Following the success of his directorial debut, Ted, Seth MacFarlane steps in front of the movie camera for the first time in his new film, A Million Ways to Die in the West. MacFarlane is best known as the creator of the popular animated television series, Family Guy, and he was also the host of the Oscars just two years ago. Now he’s taking the starring role in a film he wrote and directed himself. Here MacFarlane plays a cowardly sheep farmer named Albert who is miserably living in the dangerous Old West. Or rather, the not-so-dangerous Old West. Despite what the title suggests, there’s not a whole lot of dying going on in A Million Ways to Die in the West. You won’t find a whole lot of substance either, but there are a fair amount of laughs if you’re able to tolerate the crude toilet humor and dirty jokes. All in all, MacFarlane does a decent job in this comedy, but his jokes stick too close to his own conventions, and much like life on the frontier, the film can be kind of a drag.
If you’ve ever seen Family Guy, you should feel right at home with the humor in this film. It’s crass, edgy, violent, and full of pop culture references. Although, given that this is an R-rated movie, MacFarlane’s able to push the limits further than usual, and he makes sure to do that by including a lot of raunchy humor and toilet-gags. Oh, and in case you were wondering, yes, male genitals are still the hottest thing in comedy right now. As you’ve no doubt deduced, this is certainly not a film you’d want to take your kids to see. Nor is it for the easily-offended. Though in the film’s defense, it’s not entirely tasteless, and its use of vulgarity isn’t overly frequent. There’s plenty of great slapstick physical comedy and some pretty hilarious dialogue. I laughed more than I thought I would, and was never so disgusted that I wanted to walk out. It’s an entertaining film, it just happens to run a little long and lose momentum down the stretch. Plus the main premise of the film is never all that compelling to begin with.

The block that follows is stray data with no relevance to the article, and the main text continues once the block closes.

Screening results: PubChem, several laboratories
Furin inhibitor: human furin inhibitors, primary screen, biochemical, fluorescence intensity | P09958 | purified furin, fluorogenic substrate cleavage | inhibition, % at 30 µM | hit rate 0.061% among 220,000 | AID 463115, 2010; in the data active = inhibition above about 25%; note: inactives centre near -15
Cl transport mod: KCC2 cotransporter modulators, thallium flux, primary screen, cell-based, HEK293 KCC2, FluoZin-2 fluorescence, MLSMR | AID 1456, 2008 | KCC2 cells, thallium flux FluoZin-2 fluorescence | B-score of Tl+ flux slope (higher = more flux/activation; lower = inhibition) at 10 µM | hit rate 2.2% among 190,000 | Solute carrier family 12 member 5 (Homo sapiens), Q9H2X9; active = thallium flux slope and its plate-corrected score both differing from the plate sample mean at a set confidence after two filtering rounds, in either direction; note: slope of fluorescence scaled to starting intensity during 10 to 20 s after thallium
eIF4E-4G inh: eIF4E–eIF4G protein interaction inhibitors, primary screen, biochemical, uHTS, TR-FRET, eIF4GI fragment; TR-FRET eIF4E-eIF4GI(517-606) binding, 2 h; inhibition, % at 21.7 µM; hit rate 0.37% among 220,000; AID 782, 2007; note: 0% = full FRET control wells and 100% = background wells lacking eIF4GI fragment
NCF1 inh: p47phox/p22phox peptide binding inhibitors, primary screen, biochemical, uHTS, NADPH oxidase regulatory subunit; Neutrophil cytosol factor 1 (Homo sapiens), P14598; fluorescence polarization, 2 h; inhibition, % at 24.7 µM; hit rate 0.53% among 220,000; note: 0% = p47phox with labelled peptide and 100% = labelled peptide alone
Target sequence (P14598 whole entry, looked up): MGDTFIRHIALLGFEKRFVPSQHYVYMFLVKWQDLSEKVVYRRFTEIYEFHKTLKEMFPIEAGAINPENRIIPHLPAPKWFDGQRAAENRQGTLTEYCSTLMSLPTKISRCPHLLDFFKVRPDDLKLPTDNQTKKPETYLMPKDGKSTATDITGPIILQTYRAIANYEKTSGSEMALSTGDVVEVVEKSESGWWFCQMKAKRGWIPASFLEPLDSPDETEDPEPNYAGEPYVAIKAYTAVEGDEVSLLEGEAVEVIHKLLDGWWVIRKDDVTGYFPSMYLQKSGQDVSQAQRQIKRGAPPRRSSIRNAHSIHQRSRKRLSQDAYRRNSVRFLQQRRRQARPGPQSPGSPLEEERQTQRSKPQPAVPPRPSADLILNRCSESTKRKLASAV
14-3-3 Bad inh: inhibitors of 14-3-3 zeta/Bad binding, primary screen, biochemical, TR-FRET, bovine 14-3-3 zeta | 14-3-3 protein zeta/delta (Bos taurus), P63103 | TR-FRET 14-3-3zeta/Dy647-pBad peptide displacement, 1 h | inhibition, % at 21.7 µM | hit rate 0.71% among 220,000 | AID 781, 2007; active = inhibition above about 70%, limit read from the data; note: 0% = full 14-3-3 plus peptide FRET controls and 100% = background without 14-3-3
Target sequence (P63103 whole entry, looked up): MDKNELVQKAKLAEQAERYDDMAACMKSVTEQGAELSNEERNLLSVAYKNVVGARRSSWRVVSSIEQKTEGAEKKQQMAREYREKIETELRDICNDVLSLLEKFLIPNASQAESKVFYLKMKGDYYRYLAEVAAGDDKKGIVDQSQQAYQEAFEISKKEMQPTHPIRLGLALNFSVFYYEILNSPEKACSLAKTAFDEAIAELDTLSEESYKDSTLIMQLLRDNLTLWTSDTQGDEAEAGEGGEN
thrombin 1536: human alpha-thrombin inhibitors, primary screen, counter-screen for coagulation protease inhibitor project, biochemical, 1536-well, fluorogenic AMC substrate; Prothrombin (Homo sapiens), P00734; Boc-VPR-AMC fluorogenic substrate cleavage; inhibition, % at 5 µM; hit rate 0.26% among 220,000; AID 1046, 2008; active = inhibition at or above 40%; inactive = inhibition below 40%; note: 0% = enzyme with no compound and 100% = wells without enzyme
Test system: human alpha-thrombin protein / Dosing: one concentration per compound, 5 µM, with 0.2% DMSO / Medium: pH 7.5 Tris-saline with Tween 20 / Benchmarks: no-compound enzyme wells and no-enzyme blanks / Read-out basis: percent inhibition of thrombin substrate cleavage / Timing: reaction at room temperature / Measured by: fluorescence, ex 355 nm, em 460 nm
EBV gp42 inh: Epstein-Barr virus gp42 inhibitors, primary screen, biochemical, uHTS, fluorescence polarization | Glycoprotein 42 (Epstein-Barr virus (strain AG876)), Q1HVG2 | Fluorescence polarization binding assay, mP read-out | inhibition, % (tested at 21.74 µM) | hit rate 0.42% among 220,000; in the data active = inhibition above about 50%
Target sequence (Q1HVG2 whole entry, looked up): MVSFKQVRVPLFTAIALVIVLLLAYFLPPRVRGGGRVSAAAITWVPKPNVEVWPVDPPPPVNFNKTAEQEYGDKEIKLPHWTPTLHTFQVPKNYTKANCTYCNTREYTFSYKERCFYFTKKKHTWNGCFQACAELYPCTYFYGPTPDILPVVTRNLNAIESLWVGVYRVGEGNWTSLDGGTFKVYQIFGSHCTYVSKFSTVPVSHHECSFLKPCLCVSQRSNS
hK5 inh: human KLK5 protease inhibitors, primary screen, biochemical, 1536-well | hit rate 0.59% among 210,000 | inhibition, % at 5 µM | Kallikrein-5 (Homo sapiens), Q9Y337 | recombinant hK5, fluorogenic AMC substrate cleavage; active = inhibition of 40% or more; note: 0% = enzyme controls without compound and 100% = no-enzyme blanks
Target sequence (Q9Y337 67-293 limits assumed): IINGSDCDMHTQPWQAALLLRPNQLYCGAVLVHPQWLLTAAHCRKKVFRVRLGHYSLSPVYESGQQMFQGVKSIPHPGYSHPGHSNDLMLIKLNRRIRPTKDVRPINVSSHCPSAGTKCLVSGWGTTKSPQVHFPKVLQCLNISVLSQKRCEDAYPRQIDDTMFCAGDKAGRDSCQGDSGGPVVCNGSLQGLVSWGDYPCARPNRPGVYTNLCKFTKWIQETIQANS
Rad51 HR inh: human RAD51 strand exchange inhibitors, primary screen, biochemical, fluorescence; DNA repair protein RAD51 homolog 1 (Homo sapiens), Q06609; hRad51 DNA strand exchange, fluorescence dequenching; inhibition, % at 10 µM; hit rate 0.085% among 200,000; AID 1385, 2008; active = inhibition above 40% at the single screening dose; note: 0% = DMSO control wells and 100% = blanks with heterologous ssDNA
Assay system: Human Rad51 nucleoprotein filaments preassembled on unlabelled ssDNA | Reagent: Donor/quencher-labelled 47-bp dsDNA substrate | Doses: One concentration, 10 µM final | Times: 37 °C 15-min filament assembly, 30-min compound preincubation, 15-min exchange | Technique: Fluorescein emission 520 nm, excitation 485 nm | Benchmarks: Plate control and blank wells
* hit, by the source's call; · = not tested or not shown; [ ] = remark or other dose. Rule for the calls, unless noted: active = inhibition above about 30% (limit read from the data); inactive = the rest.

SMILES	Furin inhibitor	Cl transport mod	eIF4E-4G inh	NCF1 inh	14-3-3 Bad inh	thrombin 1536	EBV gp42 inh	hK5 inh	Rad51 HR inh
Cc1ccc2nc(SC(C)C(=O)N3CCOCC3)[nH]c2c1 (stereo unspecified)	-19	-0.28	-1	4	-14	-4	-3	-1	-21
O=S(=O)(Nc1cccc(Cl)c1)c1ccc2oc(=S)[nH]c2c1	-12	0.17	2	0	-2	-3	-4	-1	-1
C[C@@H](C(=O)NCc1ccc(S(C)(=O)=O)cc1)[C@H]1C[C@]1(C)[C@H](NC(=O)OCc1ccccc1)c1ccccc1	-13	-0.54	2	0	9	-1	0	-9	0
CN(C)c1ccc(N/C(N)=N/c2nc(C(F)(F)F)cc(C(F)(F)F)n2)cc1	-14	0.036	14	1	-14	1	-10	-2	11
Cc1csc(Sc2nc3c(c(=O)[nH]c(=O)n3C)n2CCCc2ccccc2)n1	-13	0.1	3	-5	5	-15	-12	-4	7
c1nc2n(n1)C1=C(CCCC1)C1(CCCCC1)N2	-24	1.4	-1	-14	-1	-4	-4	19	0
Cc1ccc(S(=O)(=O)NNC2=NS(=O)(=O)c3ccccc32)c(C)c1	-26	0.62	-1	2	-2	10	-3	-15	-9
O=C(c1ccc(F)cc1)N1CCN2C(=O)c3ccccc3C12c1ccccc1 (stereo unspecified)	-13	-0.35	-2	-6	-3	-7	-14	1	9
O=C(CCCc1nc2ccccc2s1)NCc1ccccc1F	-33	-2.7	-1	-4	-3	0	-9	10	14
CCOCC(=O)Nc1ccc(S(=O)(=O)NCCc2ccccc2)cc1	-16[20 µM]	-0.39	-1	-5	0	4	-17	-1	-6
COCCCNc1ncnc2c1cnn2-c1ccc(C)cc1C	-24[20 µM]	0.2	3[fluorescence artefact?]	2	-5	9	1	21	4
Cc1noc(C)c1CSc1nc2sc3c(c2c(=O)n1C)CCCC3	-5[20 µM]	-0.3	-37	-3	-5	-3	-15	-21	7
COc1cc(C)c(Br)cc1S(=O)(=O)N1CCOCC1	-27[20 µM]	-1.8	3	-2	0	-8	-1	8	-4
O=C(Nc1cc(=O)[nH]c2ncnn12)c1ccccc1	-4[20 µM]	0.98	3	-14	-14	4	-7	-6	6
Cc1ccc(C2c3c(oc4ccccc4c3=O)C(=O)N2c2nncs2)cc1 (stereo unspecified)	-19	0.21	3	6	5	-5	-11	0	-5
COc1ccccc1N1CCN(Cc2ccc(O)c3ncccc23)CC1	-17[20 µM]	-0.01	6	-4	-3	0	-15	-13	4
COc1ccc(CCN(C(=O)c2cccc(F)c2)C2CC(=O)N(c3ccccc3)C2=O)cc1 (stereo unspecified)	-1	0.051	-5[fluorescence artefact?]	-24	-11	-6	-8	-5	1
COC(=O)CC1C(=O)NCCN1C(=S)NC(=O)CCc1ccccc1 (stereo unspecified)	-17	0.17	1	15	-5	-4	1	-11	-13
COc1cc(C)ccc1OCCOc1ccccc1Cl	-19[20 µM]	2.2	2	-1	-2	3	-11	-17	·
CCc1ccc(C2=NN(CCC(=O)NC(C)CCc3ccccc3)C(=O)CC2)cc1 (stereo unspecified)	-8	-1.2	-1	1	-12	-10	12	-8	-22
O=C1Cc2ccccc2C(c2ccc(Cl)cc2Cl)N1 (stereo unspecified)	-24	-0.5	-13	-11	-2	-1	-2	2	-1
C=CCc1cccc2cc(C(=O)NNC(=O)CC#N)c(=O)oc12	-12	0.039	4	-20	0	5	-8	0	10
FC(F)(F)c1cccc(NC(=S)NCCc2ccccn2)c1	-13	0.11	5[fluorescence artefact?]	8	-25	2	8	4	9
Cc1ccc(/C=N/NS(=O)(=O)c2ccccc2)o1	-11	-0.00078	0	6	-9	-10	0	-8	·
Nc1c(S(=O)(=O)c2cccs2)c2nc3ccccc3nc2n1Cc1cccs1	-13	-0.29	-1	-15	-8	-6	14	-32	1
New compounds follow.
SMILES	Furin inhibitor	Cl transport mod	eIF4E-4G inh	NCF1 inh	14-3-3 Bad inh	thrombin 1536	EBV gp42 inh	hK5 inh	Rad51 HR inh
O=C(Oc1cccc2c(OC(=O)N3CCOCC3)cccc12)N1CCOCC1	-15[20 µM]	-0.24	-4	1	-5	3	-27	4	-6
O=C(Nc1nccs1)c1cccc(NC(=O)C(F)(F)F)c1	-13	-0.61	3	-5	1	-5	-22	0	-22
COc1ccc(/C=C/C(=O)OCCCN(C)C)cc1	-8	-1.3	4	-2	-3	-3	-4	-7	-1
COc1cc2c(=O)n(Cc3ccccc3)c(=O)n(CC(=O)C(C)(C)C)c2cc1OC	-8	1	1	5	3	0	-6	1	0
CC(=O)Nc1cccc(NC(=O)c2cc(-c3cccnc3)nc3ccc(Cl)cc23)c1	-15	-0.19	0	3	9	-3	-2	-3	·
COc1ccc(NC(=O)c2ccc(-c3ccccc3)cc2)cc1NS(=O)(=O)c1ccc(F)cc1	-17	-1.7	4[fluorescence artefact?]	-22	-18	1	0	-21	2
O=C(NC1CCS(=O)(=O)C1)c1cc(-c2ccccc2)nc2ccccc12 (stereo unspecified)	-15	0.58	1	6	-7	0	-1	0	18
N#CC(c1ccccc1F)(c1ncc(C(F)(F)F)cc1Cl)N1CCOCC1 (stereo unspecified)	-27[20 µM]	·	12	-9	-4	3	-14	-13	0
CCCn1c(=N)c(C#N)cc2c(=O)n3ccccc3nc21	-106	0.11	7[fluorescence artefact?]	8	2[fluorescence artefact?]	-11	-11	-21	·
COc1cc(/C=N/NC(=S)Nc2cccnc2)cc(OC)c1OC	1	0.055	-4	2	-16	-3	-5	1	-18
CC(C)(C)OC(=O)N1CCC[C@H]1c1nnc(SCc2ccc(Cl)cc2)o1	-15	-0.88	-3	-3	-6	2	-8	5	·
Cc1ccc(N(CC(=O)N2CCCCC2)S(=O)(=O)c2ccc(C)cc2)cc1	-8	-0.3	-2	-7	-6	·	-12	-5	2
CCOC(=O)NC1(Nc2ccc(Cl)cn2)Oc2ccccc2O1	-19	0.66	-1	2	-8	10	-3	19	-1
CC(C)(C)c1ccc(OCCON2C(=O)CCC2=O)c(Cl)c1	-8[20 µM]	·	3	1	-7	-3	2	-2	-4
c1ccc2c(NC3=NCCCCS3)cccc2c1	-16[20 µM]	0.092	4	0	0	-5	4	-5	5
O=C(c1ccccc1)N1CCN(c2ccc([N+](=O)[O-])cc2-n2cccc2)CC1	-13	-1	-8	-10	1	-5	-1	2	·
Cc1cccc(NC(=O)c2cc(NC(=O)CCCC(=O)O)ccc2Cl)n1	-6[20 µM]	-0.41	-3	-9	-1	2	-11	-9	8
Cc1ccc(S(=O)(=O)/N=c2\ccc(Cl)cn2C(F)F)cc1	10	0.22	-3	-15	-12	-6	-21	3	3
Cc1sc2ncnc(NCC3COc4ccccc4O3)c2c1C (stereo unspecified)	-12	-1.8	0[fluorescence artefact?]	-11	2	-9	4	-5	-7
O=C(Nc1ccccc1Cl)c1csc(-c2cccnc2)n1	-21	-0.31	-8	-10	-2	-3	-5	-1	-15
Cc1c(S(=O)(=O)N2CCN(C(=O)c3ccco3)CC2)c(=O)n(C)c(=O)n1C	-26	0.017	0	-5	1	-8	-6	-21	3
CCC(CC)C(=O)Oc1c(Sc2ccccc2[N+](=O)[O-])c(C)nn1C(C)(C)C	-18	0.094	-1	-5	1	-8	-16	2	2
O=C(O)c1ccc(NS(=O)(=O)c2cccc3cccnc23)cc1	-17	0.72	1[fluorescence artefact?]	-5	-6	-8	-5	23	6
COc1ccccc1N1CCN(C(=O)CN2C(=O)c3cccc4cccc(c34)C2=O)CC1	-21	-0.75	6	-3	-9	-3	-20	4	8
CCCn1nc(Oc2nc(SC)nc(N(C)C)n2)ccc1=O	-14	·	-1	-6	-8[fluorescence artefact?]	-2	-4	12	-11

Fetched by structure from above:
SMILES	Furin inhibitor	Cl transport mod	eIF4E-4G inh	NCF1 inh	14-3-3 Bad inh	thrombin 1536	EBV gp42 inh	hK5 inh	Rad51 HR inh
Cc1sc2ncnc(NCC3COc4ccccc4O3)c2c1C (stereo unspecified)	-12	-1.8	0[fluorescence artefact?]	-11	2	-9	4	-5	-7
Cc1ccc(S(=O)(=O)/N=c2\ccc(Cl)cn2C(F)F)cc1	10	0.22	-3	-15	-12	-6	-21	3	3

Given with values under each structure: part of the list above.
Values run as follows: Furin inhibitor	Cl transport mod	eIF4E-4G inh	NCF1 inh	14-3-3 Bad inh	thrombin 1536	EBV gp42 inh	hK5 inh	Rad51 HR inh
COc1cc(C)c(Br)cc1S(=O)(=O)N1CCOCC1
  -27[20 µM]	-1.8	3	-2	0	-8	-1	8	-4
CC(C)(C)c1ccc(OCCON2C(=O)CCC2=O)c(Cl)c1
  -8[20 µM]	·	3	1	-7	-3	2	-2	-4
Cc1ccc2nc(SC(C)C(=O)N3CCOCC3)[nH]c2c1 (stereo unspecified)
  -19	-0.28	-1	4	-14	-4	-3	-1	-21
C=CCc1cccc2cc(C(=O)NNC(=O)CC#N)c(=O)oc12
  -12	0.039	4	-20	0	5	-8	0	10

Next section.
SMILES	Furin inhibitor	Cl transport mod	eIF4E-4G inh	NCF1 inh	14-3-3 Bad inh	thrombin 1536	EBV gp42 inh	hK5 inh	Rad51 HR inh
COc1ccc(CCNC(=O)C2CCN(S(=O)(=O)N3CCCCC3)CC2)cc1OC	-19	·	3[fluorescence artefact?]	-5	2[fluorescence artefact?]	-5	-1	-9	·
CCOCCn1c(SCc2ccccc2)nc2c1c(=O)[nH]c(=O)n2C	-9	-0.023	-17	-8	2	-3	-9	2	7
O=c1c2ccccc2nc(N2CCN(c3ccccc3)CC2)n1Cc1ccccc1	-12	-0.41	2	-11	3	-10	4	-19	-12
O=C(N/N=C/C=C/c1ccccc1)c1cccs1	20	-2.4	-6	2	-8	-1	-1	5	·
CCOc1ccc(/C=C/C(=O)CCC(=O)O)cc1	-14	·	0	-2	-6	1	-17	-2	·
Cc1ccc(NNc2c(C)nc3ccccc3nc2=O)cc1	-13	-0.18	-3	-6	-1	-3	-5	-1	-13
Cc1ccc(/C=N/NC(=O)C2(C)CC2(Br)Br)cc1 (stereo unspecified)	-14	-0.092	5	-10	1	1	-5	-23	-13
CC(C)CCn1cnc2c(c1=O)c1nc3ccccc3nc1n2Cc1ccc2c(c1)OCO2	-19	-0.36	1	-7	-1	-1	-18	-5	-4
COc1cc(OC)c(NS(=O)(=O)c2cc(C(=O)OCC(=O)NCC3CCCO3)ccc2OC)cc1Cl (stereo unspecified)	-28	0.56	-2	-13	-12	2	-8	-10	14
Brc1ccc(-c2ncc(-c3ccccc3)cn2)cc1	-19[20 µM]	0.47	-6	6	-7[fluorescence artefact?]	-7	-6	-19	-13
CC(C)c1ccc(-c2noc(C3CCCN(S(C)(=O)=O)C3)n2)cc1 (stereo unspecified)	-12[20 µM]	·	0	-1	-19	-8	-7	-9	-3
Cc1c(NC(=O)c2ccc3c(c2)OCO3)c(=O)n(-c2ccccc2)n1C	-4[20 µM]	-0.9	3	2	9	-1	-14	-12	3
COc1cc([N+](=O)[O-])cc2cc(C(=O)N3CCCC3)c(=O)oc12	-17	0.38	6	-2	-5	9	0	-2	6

In A Million Ways to Die in the West, MacFarlane’s character Albert is a man entirely self-aware of the time and place he’s living in, as well as the many dangers that come with it. He sheepishly lives his life, terrified by the threat of death that lurks around every corner. When his beloved girlfriend leaves him for a man with a mighty mustache, Albert has to cowboy up to prove his machismo and try to win her back. Luckily for him, he meets a gun-toting woman named Anna who’s happy to help him face his fears and show him the ropes of being a cowboy. Unfortunately however, this new friendship ends up putting Albert right into the crosshairs of Clinch Leatherwood, the deadliest outlaw around.